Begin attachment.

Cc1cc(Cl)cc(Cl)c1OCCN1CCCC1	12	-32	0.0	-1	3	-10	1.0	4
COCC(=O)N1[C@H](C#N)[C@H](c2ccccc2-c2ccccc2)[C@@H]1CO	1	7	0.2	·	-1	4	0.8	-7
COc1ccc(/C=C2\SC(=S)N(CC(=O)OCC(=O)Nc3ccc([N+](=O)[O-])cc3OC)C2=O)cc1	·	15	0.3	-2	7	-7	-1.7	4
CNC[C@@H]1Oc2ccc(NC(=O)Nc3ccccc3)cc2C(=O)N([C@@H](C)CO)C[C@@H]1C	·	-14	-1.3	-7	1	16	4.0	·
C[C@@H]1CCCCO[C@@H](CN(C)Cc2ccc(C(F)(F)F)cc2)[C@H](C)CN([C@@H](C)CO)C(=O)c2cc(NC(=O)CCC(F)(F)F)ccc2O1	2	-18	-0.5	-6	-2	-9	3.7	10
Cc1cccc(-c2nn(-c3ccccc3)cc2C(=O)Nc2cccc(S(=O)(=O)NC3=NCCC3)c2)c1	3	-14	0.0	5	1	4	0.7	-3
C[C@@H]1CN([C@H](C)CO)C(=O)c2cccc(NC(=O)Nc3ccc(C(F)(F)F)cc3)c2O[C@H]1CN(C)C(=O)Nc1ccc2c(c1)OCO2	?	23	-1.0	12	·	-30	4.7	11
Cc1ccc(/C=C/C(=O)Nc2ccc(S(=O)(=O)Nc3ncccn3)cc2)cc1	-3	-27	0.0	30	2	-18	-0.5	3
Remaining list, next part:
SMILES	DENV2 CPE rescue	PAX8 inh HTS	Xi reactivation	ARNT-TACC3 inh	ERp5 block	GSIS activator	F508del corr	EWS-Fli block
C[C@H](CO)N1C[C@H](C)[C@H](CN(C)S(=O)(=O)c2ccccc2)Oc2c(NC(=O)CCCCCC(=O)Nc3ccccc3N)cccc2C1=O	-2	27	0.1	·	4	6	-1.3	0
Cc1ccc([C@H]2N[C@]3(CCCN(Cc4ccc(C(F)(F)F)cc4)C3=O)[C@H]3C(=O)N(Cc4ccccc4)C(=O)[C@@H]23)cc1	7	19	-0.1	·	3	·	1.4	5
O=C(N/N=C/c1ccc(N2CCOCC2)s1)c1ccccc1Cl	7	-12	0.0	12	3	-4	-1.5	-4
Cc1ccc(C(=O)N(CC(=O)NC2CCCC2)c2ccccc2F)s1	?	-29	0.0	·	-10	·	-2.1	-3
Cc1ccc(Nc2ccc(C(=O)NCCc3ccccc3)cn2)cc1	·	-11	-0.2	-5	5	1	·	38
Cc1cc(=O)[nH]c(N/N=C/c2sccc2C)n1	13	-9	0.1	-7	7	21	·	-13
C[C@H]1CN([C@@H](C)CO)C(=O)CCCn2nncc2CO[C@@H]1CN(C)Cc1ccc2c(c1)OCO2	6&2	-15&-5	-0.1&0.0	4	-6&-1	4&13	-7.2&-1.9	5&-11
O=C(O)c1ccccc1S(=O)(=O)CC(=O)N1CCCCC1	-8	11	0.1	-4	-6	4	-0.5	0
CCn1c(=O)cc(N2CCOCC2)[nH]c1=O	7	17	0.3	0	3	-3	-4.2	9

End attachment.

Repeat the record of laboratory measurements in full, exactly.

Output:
Cc1cc(Cl)cc(Cl)c1OCCN1CCCC1	12	-32	0.0	-1	3	-10	1.0	4
COCC(=O)N1[C@H](C#N)[C@H](c2ccccc2-c2ccccc2)[C@@H]1CO	1	7	0.2	·	-1	4	0.8	-7
COc1ccc(/C=C2\SC(=S)N(CC(=O)OCC(=O)Nc3ccc([N+](=O)[O-])cc3OC)C2=O)cc1	·	15	0.3	-2	7	-7	-1.7	4
CNC[C@@H]1Oc2ccc(NC(=O)Nc3ccccc3)cc2C(=O)N([C@@H](C)CO)C[C@@H]1C	·	-14	-1.3	-7	1	16	4.0	·
C[C@@H]1CCCCO[C@@H](CN(C)Cc2ccc(C(F)(F)F)cc2)[C@H](C)CN([C@@H](C)CO)C(=O)c2cc(NC(=O)CCC(F)(F)F)ccc2O1	2	-18	-0.5	-6	-2	-9	3.7	10
Cc1cccc(-c2nn(-c3ccccc3)cc2C(=O)Nc2cccc(S(=O)(=O)NC3=NCCC3)c2)c1	3	-14	0.0	5	1	4	0.7	-3
C[C@@H]1CN([C@H](C)CO)C(=O)c2cccc(NC(=O)Nc3ccc(C(F)(F)F)cc3)c2O[C@H]1CN(C)C(=O)Nc1ccc2c(c1)OCO2	?	23	-1.0	12	·	-30	4.7	11
Cc1ccc(/C=C/C(=O)Nc2ccc(S(=O)(=O)Nc3ncccn3)cc2)cc1	-3	-27	0.0	30	2	-18	-0.5	3
Remaining list, next part:
SMILES	DENV2 CPE rescue	PAX8 inh HTS	Xi reactivation	ARNT-TACC3 inh	ERp5 block	GSIS activator	F508del corr	EWS-Fli block
C[C@H](CO)N1C[C@H](C)[C@H](CN(C)S(=O)(=O)c2ccccc2)Oc2c(NC(=O)CCCCCC(=O)Nc3ccccc3N)cccc2C1=O	-2	27	0.1	·	4	6	-1.3	0
Cc1ccc([C@H]2N[C@]3(CCCN(Cc4ccc(C(F)(F)F)cc4)C3=O)[C@H]3C(=O)N(Cc4ccccc4)C(=O)[C@@H]23)cc1	7	19	-0.1	·	3	·	1.4	5
O=C(N/N=C/c1ccc(N2CCOCC2)s1)c1ccccc1Cl	7	-12	0.0	12	3	-4	-1.5	-4
Cc1ccc(C(=O)N(CC(=O)NC2CCCC2)c2ccccc2F)s1	?	-29	0.0	·	-10	·	-2.1	-3
Cc1ccc(Nc2ccc(C(=O)NCCc3ccccc3)cn2)cc1	·	-11	-0.2	-5	5	1	·	38
Cc1cc(=O)[nH]c(N/N=C/c2sccc2C)n1	13	-9	0.1	-7	7	21	·	-13
C[C@H]1CN([C@@H](C)CO)C(=O)CCCn2nncc2CO[C@@H]1CN(C)Cc1ccc2c(c1)OCO2	6&2	-15&-5	-0.1&0.0	4	-6&-1	4&13	-7.2&-1.9	5&-11
O=C(O)c1ccccc1S(=O)(=O)CC(=O)N1CCCCC1	-8	11	0.1	-4	-6	4	-0.5	0
CCn1c(=O)cc(N2CCOCC2)[nH]c1=O	7	17	0.3	0	3	-3	-4.2	9